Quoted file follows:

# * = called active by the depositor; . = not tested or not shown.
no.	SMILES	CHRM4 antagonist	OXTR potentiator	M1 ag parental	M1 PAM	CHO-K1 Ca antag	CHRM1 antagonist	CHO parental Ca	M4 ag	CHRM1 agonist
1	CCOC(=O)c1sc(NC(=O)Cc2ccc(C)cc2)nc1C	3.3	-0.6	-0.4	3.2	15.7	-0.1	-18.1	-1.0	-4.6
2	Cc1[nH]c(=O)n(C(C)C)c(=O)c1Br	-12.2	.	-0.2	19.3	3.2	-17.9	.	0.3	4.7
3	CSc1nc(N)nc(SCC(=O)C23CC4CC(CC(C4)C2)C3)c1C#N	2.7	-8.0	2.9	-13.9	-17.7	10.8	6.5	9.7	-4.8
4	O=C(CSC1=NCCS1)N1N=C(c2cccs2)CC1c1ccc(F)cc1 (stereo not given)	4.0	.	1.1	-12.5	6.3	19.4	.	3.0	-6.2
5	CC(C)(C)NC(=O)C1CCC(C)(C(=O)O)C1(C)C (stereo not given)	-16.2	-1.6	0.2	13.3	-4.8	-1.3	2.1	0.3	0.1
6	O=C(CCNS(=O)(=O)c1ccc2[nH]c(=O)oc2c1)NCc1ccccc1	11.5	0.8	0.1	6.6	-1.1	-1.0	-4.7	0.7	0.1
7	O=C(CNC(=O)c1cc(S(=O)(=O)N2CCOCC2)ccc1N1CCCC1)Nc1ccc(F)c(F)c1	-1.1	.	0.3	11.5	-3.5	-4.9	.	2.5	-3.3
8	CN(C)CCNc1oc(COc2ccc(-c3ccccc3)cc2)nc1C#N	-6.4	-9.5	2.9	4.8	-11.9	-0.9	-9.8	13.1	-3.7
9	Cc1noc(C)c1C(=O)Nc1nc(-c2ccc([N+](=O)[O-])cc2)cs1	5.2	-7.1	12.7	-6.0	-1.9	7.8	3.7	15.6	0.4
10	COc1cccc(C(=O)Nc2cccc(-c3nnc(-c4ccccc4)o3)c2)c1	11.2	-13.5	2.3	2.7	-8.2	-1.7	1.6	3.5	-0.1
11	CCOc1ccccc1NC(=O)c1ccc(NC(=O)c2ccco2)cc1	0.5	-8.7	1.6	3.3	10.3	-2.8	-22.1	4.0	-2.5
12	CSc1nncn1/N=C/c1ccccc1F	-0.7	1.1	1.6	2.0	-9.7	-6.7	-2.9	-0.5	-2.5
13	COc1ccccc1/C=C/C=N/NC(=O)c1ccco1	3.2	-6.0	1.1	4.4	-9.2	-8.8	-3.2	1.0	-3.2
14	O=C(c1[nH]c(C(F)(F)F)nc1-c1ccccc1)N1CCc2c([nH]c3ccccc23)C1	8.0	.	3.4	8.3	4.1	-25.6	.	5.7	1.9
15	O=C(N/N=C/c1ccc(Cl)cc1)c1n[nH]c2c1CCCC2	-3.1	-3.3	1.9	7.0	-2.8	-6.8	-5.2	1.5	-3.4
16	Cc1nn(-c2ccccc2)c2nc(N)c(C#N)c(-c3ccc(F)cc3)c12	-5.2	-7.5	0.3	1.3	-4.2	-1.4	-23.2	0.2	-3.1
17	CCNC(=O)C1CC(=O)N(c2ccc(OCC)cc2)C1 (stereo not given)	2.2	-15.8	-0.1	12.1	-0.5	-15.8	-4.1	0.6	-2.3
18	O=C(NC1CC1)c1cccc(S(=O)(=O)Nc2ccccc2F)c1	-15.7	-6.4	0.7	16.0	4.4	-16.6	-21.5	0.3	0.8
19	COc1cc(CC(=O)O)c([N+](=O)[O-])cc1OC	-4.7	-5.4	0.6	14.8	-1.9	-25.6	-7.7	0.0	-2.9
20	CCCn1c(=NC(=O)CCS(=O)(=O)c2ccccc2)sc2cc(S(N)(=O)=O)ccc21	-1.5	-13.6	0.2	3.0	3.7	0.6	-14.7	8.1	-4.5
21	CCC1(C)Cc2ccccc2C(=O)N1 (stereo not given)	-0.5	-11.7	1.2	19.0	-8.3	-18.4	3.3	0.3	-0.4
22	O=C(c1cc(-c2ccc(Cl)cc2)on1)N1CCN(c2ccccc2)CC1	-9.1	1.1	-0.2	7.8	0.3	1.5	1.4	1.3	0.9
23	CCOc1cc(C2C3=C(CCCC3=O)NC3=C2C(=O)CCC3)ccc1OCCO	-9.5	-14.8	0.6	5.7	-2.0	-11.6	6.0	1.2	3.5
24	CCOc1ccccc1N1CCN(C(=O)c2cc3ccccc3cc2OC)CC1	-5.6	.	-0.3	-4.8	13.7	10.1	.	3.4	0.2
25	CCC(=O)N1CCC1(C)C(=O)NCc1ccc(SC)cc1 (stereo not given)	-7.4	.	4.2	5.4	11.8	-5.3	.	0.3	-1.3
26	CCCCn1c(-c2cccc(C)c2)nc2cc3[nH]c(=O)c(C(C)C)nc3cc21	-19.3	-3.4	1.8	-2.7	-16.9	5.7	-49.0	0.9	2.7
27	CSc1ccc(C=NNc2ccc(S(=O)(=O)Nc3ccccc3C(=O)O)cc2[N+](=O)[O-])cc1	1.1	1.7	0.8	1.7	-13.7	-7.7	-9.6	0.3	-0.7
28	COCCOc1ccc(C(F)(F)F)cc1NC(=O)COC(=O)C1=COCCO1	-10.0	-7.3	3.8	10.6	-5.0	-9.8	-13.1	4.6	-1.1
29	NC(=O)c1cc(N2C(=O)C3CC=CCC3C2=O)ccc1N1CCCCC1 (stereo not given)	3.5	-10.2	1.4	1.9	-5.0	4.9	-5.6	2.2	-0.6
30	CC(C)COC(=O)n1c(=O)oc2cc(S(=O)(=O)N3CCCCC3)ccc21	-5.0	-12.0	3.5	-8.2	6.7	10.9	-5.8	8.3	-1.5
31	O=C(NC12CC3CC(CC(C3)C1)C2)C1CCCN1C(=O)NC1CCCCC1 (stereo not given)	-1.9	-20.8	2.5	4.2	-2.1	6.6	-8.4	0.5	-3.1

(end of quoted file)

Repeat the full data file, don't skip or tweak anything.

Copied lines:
# * = called active by the depositor; . = not tested or not shown.
no.	SMILES	CHRM4 antagonist	OXTR potentiator	M1 ag parental	M1 PAM	CHO-K1 Ca antag	CHRM1 antagonist	CHO parental Ca	M4 ag	CHRM1 agonist
1	CCOC(=O)c1sc(NC(=O)Cc2ccc(C)cc2)nc1C	3.3	-0.6	-0.4	3.2	15.7	-0.1	-18.1	-1.0	-4.6
2	Cc1[nH]c(=O)n(C(C)C)c(=O)c1Br	-12.2	.	-0.2	19.3	3.2	-17.9	.	0.3	4.7
3	CSc1nc(N)nc(SCC(=O)C23CC4CC(CC(C4)C2)C3)c1C#N	2.7	-8.0	2.9	-13.9	-17.7	10.8	6.5	9.7	-4.8
4	O=C(CSC1=NCCS1)N1N=C(c2cccs2)CC1c1ccc(F)cc1 (stereo not given)	4.0	.	1.1	-12.5	6.3	19.4	.	3.0	-6.2
5	CC(C)(C)NC(=O)C1CCC(C)(C(=O)O)C1(C)C (stereo not given)	-16.2	-1.6	0.2	13.3	-4.8	-1.3	2.1	0.3	0.1
6	O=C(CCNS(=O)(=O)c1ccc2[nH]c(=O)oc2c1)NCc1ccccc1	11.5	0.8	0.1	6.6	-1.1	-1.0	-4.7	0.7	0.1
7	O=C(CNC(=O)c1cc(S(=O)(=O)N2CCOCC2)ccc1N1CCCC1)Nc1ccc(F)c(F)c1	-1.1	.	0.3	11.5	-3.5	-4.9	.	2.5	-3.3
8	CN(C)CCNc1oc(COc2ccc(-c3ccccc3)cc2)nc1C#N	-6.4	-9.5	2.9	4.8	-11.9	-0.9	-9.8	13.1	-3.7
9	Cc1noc(C)c1C(=O)Nc1nc(-c2ccc([N+](=O)[O-])cc2)cs1	5.2	-7.1	12.7	-6.0	-1.9	7.8	3.7	15.6	0.4
10	COc1cccc(C(=O)Nc2cccc(-c3nnc(-c4ccccc4)o3)c2)c1	11.2	-13.5	2.3	2.7	-8.2	-1.7	1.6	3.5	-0.1
11	CCOc1ccccc1NC(=O)c1ccc(NC(=O)c2ccco2)cc1	0.5	-8.7	1.6	3.3	10.3	-2.8	-22.1	4.0	-2.5
12	CSc1nncn1/N=C/c1ccccc1F	-0.7	1.1	1.6	2.0	-9.7	-6.7	-2.9	-0.5	-2.5
13	COc1ccccc1/C=C/C=N/NC(=O)c1ccco1	3.2	-6.0	1.1	4.4	-9.2	-8.8	-3.2	1.0	-3.2
14	O=C(c1[nH]c(C(F)(F)F)nc1-c1ccccc1)N1CCc2c([nH]c3ccccc23)C1	8.0	.	3.4	8.3	4.1	-25.6	.	5.7	1.9
15	O=C(N/N=C/c1ccc(Cl)cc1)c1n[nH]c2c1CCCC2	-3.1	-3.3	1.9	7.0	-2.8	-6.8	-5.2	1.5	-3.4
16	Cc1nn(-c2ccccc2)c2nc(N)c(C#N)c(-c3ccc(F)cc3)c12	-5.2	-7.5	0.3	1.3	-4.2	-1.4	-23.2	0.2	-3.1
17	CCNC(=O)C1CC(=O)N(c2ccc(OCC)cc2)C1 (stereo not given)	2.2	-15.8	-0.1	12.1	-0.5	-15.8	-4.1	0.6	-2.3
18	O=C(NC1CC1)c1cccc(S(=O)(=O)Nc2ccccc2F)c1	-15.7	-6.4	0.7	16.0	4.4	-16.6	-21.5	0.3	0.8
19	COc1cc(CC(=O)O)c([N+](=O)[O-])cc1OC	-4.7	-5.4	0.6	14.8	-1.9	-25.6	-7.7	0.0	-2.9
20	CCCn1c(=NC(=O)CCS(=O)(=O)c2ccccc2)sc2cc(S(N)(=O)=O)ccc21	-1.5	-13.6	0.2	3.0	3.7	0.6	-14.7	8.1	-4.5
21	CCC1(C)Cc2ccccc2C(=O)N1 (stereo not given)	-0.5	-11.7	1.2	19.0	-8.3	-18.4	3.3	0.3	-0.4
22	O=C(c1cc(-c2ccc(Cl)cc2)on1)N1CCN(c2ccccc2)CC1	-9.1	1.1	-0.2	7.8	0.3	1.5	1.4	1.3	0.9
23	CCOc1cc(C2C3=C(CCCC3=O)NC3=C2C(=O)CCC3)ccc1OCCO	-9.5	-14.8	0.6	5.7	-2.0	-11.6	6.0	1.2	3.5
24	CCOc1ccccc1N1CCN(C(=O)c2cc3ccccc3cc2OC)CC1	-5.6	.	-0.3	-4.8	13.7	10.1	.	3.4	0.2
25	CCC(=O)N1CCC1(C)C(=O)NCc1ccc(SC)cc1 (stereo not given)	-7.4	.	4.2	5.4	11.8	-5.3	.	0.3	-1.3
26	CCCCn1c(-c2cccc(C)c2)nc2cc3[nH]c(=O)c(C(C)C)nc3cc21	-19.3	-3.4	1.8	-2.7	-16.9	5.7	-49.0	0.9	2.7
27	CSc1ccc(C=NNc2ccc(S(=O)(=O)Nc3ccccc3C(=O)O)cc2[N+](=O)[O-])cc1	1.1	1.7	0.8	1.7	-13.7	-7.7	-9.6	0.3	-0.7
28	COCCOc1ccc(C(F)(F)F)cc1NC(=O)COC(=O)C1=COCCO1	-10.0	-7.3	3.8	10.6	-5.0	-9.8	-13.1	4.6	-1.1
29	NC(=O)c1cc(N2C(=O)C3CC=CCC3C2=O)ccc1N1CCCCC1 (stereo not given)	3.5	-10.2	1.4	1.9	-5.0	4.9	-5.6	2.2	-0.6
30	CC(C)COC(=O)n1c(=O)oc2cc(S(=O)(=O)N3CCCCC3)ccc21	-5.0	-12.0	3.5	-8.2	6.7	10.9	-5.8	8.3	-1.5
31	O=C(NC12CC3CC(CC(C3)C1)C2)C1CCCN1C(=O)NC1CCCCC1 (stereo not given)	-1.9	-20.8	2.5	4.2	-2.1	6.6	-8.4	0.5	-3.1